Adland creativity failing to boost bottom line

 

Kantar Sydney/London, September 26, 2019 – Only one in four creative award-winning campaigns deliver brand impact over the short or long term, according to new research from Kantar, the world’s leading data, insights and consulting company. Analysis of this year’s Cannes Lions winners via Kantar Marketplace, Kantar’s online research and insights store, reveals why creative effectiveness is in decline.

Kantar analysed a sample of the 2019 Cannes Lions award winners using Link Now, its creative pre-testing solution, which measures an advert’s ability to deliver against short and long-term brand goals. Results were then benchmarked against Kantar’s database of almost 200,000 ads, including previous Cannes winners. The research found that this year’s winners were only 50% as effective at long-term brand building compared to five years earlier.

The research comes after a recent report by Peter Field, claiming that the advertising industry has reached a “crisis in creative effectiveness.” Field’s study of the IPA databank showed that creatively-awarded campaigns are no more effective than non-awarded ones. Kantar’s analysis lifts the lid on where advertisers are missing the mark, revealing that although the winning ads are highly distinctive, the excellence often stops there.

Poor branding was identified as the key issue. Just one quarter of the 2019 Cannes award winners were easily linked to the brand, and in certain cases, consumers were unable to even remember what category the ad was for. For content to be remembered in association with the brand, ads need to ensure that branding is integral to the creative. Busch’s Bronze Lion-winning What beer is it? shows how this can be done. By putting the brand at the centre of the storyline, this ad scores exceptionally well for branding, ranking in the top 10% of all ads in Kantar’s database.

The content also struggled to make the brand meaningful to consumers. Just one in six ads among the award-winning campaigns had strong potential to drive brand affinity, and less than half trigger a strong positive emotional response. This is in part due to an overreliance on ‘shock’ factor to build emotional engagement, as exemplified by Bodyform’s Gold Lion-winning Viva la Vulva and the New York Times’ Grand Prix-winning The truth is worth it. While both ads drive high levels of engagement, enjoyment levels are very low – falling into the bottom 20% – suggesting that the ads do not trigger the right emotion.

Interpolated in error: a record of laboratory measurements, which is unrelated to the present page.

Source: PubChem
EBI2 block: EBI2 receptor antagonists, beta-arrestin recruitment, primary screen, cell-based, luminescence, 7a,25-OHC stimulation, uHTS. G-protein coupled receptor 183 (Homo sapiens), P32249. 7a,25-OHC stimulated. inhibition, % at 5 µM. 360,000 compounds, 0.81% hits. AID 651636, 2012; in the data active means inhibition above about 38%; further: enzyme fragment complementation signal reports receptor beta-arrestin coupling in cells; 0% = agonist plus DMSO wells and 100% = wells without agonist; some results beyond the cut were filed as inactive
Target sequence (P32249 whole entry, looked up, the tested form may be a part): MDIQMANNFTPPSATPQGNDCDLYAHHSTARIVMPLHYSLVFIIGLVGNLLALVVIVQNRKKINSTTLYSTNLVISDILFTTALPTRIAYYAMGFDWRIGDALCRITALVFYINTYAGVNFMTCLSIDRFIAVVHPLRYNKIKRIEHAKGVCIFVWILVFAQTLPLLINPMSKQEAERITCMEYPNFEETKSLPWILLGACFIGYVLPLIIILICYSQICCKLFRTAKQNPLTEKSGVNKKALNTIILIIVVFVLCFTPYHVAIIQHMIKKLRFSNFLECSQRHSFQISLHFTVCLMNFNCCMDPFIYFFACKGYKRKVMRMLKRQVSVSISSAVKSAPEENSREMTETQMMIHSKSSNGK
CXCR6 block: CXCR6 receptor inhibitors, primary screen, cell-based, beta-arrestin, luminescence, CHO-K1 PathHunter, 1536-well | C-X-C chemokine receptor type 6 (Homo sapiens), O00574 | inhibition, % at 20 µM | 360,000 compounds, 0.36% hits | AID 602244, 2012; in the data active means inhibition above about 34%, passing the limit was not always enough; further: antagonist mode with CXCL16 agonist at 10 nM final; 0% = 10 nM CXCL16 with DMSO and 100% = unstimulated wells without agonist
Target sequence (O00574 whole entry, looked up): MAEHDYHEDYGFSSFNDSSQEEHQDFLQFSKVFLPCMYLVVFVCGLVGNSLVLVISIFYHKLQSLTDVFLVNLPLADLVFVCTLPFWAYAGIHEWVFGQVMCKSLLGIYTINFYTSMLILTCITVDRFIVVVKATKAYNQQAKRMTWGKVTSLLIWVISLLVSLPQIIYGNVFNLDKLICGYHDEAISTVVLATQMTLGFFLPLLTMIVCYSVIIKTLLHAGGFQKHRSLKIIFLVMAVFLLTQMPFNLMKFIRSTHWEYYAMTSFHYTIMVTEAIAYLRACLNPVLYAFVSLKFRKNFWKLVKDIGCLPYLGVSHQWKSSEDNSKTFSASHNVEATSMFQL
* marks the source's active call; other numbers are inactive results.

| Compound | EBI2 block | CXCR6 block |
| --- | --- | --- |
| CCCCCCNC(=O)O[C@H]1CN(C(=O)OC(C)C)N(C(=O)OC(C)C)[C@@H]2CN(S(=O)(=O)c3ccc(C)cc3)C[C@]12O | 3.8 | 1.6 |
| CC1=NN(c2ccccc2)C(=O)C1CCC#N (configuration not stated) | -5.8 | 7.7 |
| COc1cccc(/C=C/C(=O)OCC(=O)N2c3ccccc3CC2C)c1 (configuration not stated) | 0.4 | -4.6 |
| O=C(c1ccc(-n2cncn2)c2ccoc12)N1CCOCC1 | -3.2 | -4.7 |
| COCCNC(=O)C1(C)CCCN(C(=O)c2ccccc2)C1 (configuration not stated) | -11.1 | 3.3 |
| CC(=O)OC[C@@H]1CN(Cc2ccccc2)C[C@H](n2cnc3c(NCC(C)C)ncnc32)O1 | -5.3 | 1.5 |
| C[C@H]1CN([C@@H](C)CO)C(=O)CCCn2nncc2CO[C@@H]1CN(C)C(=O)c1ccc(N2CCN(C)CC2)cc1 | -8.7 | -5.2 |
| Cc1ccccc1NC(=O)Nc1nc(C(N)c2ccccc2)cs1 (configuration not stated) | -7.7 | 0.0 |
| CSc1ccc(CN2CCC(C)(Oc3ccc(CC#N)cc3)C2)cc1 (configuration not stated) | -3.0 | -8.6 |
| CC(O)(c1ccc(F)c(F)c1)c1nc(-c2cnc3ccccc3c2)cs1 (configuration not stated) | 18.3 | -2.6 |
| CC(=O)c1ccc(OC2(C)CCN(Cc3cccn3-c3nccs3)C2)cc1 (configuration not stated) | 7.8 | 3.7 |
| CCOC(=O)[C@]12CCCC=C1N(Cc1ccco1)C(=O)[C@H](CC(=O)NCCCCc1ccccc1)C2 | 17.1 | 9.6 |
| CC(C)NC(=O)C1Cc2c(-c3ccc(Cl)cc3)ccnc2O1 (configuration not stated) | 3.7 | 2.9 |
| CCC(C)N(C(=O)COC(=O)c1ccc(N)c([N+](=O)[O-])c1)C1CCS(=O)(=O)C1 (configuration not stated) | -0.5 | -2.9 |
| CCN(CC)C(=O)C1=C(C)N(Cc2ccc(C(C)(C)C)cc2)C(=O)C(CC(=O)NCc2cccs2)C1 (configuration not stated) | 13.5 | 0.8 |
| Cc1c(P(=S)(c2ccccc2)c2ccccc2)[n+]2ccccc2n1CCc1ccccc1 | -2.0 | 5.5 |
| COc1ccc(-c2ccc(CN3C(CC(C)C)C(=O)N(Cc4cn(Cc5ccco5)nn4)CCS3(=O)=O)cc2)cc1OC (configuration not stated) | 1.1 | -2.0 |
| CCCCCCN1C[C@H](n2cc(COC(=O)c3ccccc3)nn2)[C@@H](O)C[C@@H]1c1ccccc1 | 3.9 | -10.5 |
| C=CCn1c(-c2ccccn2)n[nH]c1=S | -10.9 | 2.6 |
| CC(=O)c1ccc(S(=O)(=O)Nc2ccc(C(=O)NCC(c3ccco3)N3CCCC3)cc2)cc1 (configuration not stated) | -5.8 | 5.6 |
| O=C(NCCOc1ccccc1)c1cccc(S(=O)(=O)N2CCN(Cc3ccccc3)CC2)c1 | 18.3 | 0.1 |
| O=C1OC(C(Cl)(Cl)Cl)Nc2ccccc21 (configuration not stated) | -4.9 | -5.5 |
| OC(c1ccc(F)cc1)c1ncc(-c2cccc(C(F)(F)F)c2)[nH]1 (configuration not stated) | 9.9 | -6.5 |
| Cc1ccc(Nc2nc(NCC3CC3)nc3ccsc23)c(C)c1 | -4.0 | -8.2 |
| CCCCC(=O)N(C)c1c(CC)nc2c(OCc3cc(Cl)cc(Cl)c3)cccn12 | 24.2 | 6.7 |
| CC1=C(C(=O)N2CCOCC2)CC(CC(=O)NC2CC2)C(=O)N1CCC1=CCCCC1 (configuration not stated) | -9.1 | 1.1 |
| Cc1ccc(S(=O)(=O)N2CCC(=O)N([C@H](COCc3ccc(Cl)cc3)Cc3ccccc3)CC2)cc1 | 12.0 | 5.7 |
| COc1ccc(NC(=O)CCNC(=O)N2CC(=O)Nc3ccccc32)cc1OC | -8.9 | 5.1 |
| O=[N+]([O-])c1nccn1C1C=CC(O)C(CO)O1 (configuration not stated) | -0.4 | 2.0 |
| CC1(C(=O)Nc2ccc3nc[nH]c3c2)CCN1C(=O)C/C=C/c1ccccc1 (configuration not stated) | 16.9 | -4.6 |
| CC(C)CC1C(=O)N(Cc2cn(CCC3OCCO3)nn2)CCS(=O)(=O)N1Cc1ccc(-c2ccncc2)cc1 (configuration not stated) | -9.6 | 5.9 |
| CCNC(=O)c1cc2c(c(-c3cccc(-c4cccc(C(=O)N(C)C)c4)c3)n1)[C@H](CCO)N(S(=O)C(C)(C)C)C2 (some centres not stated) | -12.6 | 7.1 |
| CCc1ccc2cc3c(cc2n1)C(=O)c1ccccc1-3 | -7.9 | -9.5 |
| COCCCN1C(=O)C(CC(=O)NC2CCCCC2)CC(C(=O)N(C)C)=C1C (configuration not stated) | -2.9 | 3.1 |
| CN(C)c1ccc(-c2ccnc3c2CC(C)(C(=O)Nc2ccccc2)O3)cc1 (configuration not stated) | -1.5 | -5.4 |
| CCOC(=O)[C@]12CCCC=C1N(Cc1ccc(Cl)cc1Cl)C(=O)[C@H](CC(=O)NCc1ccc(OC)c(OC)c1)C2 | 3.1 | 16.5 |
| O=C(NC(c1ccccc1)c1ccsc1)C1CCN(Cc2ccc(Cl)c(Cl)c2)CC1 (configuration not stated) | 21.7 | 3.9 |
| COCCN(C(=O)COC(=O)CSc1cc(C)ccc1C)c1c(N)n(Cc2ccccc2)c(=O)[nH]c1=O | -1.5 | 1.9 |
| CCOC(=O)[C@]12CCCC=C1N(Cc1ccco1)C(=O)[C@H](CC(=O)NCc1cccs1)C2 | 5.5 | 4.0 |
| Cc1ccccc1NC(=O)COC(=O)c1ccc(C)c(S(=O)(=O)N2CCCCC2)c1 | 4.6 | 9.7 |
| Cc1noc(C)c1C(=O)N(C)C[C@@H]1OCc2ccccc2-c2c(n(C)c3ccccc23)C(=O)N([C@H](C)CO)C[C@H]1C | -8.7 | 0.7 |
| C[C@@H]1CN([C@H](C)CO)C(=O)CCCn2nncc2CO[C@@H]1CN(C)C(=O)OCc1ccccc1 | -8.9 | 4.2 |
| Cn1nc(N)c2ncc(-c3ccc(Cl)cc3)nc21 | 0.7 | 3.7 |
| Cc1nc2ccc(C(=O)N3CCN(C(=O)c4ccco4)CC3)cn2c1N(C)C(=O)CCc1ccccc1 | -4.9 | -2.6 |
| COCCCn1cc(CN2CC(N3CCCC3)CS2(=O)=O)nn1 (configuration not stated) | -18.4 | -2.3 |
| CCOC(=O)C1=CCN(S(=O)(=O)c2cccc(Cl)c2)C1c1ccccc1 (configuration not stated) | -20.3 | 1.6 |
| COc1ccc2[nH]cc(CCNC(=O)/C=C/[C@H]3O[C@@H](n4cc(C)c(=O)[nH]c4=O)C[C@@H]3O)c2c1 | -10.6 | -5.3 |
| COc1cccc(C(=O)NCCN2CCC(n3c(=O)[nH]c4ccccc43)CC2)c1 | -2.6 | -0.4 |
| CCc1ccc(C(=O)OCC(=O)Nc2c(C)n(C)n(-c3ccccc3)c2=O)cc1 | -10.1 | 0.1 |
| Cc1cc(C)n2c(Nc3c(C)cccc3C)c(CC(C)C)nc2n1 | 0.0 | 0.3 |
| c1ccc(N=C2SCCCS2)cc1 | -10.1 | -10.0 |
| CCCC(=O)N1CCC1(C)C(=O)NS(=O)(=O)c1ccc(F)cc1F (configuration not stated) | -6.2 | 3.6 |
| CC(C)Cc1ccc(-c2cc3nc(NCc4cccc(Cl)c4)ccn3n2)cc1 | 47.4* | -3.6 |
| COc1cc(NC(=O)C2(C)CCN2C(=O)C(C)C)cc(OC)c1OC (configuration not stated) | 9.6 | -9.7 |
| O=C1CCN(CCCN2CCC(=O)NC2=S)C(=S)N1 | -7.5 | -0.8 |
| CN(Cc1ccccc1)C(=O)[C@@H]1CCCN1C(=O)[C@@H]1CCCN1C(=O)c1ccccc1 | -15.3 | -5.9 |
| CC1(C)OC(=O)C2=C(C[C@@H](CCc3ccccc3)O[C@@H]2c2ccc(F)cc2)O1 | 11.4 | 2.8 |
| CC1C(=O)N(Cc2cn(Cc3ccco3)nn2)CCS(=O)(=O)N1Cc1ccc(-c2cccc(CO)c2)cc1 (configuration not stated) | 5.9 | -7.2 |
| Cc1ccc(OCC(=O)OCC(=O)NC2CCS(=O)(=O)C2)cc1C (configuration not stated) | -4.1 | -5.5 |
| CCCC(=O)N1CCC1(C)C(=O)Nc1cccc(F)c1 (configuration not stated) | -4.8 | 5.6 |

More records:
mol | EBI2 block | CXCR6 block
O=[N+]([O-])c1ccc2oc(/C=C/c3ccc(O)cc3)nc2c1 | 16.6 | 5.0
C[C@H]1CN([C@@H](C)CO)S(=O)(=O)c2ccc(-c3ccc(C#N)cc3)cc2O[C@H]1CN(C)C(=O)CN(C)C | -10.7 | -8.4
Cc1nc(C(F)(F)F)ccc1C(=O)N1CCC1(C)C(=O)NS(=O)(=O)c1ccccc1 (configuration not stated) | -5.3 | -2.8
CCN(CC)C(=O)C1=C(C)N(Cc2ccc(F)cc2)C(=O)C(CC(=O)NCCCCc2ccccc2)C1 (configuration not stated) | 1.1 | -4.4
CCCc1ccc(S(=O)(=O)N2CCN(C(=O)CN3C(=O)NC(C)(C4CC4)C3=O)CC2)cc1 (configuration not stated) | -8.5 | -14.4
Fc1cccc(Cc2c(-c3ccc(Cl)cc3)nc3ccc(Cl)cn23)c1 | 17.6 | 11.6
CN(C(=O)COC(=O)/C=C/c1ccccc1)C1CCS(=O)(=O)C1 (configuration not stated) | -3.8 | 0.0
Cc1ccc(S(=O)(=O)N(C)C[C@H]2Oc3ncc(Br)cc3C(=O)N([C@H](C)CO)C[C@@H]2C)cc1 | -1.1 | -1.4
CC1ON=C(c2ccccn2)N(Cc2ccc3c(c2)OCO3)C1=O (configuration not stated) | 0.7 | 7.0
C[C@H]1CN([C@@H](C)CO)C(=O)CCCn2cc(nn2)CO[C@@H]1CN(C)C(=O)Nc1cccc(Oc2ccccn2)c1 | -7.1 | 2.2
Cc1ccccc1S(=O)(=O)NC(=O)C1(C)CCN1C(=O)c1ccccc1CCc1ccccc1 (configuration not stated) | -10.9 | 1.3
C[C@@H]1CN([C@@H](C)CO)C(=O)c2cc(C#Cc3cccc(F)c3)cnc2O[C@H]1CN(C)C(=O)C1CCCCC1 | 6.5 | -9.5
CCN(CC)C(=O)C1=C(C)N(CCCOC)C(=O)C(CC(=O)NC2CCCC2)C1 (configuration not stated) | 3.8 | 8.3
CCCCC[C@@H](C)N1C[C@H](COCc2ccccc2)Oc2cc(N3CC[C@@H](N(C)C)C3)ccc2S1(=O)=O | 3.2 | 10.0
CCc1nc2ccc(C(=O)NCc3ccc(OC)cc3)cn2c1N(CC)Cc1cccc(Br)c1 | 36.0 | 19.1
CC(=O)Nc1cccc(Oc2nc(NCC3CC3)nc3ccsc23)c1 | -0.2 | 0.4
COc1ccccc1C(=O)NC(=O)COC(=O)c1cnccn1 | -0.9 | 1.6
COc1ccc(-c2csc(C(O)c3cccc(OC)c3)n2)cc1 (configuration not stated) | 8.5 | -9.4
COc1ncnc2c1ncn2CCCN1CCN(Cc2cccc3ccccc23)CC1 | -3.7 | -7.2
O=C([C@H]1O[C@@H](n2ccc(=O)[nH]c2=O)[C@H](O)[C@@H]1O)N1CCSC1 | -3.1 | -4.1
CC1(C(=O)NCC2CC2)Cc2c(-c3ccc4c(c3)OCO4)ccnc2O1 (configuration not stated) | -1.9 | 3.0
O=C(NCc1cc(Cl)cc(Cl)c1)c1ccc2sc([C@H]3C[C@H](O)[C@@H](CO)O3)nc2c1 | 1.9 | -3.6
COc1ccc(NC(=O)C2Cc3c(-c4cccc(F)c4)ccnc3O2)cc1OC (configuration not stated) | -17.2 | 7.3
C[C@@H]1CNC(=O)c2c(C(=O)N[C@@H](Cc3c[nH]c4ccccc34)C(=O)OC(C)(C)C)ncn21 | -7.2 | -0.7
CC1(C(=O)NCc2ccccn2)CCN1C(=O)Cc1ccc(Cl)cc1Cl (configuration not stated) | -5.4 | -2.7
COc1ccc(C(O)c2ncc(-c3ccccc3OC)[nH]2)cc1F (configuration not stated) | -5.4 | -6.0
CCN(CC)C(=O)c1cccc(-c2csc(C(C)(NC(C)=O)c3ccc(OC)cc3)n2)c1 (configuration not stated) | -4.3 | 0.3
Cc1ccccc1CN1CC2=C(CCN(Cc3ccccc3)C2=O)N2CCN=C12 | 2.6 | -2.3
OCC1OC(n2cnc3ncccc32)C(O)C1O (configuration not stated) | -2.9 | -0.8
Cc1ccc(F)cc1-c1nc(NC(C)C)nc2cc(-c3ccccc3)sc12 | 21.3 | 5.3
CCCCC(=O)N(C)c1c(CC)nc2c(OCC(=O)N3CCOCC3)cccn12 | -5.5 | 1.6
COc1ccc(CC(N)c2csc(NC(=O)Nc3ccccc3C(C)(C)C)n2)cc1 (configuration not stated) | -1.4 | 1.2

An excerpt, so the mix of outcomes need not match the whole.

According to Daren Poole, Kantar’s Global Head of Creative, too many creative award entries are developed purely with the aim of winning awards. “The decline in effectiveness over time is staggering. Creative content should not just be recognised for its artistry, or for tackling a serious issue, it needs to work as an investment for the brand, driving both short and long-term impact. Ads without strong branding are entertainment at best – but even then, we have seen enjoyment levels falling over time, due to the rise in ‘sadvertising’ and a decline in the number of ads using humour.”

“What concerns me most is that much of the award-winning creative that we analysed is unlikely to have a strong brand effect in the short term, let alone the long term. As we see in the analysis, there’s no reason why advertisers shouldn’t aspire to winning a Cannes Lions for creativity, while also delivering brand impact. It does mean that ads need to be made for the brand and the consumer, rather than exclusively for the creative community,” Poole concluded.

Chaindrite’s Bronze award-winning Termite-ator is the Cannes winner that stood out in Kantar’s study, cleverly overcoming the tension between the need to eradicate termites, and the ethical dilemma of doing so. Distinctive, well branded and delivering a meaningful proposition in an entertaining way, the ad proves that creative winners can also be effective.

Kantar analysed a total of 25 Cannes Lions winners across five markets using its validated Link pre-testing solution on the Kantar Marketplace platform, which assesses advertising’s ability to drive short and long-term impact based on a combination of implicit, behavioural and stated responses. Advertisers can test TV, digital, outdoor and print ads via the on-demand research and insights store quickly and cost-effectively, with results in as little as six hours.

Since launch in March 2019, over 1,300 creative tests have been conducted on Kantar Marketplace across 27 markets. Link Now ad tests are available in 47 markets, starting at $2,935. For more information please visit kantar.com/marketplace.

 
David Brownlow